The Classical Liberal Social Contract

Classically Liberal social contract theory was first written down by John Locke in his Two Treatises of Government (1690).  It understands man to be inherently destructive outside the order-making institutions of civilization. When people are free from the restraint of the law, so are their neighbors.  In this state of nature, people possess the unlimited right to use violence to defend their life, liberty, and property from any threat of attack from those neighbors. The Liberal assumes that with the aid of reason, people should give up their natural right of the use of force for retribution, to a government whose police force’s public system of justice possesses a monopoly on the legitimate application of violence. Then our life, liberty, and property will become more secure, providing more time to enjoy that life, with liberty to pursue greater happiness.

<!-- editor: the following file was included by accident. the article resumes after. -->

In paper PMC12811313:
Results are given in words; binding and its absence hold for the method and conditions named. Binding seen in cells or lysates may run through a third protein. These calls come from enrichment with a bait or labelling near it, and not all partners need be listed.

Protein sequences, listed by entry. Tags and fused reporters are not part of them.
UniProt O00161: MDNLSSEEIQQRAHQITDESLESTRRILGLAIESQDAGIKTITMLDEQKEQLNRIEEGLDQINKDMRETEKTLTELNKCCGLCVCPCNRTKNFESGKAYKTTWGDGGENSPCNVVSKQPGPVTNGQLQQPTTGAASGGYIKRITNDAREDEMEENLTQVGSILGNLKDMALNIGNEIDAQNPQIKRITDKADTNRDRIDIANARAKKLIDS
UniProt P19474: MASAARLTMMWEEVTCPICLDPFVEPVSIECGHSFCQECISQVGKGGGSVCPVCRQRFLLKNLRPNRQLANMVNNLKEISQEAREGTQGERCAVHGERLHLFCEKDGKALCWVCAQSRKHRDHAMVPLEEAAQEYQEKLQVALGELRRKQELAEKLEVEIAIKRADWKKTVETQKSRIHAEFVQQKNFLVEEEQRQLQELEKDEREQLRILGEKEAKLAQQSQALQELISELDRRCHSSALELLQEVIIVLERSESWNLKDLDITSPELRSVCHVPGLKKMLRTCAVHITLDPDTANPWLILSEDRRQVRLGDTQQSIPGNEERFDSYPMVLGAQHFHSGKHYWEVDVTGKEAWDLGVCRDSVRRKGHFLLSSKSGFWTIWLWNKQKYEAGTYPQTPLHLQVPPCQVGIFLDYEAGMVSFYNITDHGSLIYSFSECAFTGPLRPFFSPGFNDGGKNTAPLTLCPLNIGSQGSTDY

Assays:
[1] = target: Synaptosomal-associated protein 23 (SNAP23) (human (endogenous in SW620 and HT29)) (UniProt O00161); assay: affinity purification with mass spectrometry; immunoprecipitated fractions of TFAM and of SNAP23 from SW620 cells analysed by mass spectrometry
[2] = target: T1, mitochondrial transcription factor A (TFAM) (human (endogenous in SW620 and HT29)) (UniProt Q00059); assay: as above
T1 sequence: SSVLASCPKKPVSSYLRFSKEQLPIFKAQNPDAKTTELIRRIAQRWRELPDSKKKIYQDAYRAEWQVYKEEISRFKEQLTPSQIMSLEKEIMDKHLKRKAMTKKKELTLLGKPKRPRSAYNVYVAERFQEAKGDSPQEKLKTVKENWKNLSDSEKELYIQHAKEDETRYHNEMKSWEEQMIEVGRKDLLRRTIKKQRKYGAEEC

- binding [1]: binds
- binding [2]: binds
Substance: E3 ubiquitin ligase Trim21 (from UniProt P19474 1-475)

This is a very limited scope for state power, merely protecting public safety and securing our liberty. So most Americans who call themselves “conservative” are actually Classical Liberals. They want to conserve the Liberal values this country was founded on, and thus the labels one hears used in a political philosophy classroom can get confused with the way these words get thrown around on talk radio. It doesn’t get more Liberal than the U.S. Declaration of Independence where Thomas Jefferson grafted Lockean ideas directly into our revolutionary identity, and to this day, there is an embedded Liberalism that straddles both sides of our political divide.

Eric Shierman lives in Salem and is also the author of We were winning when I was there.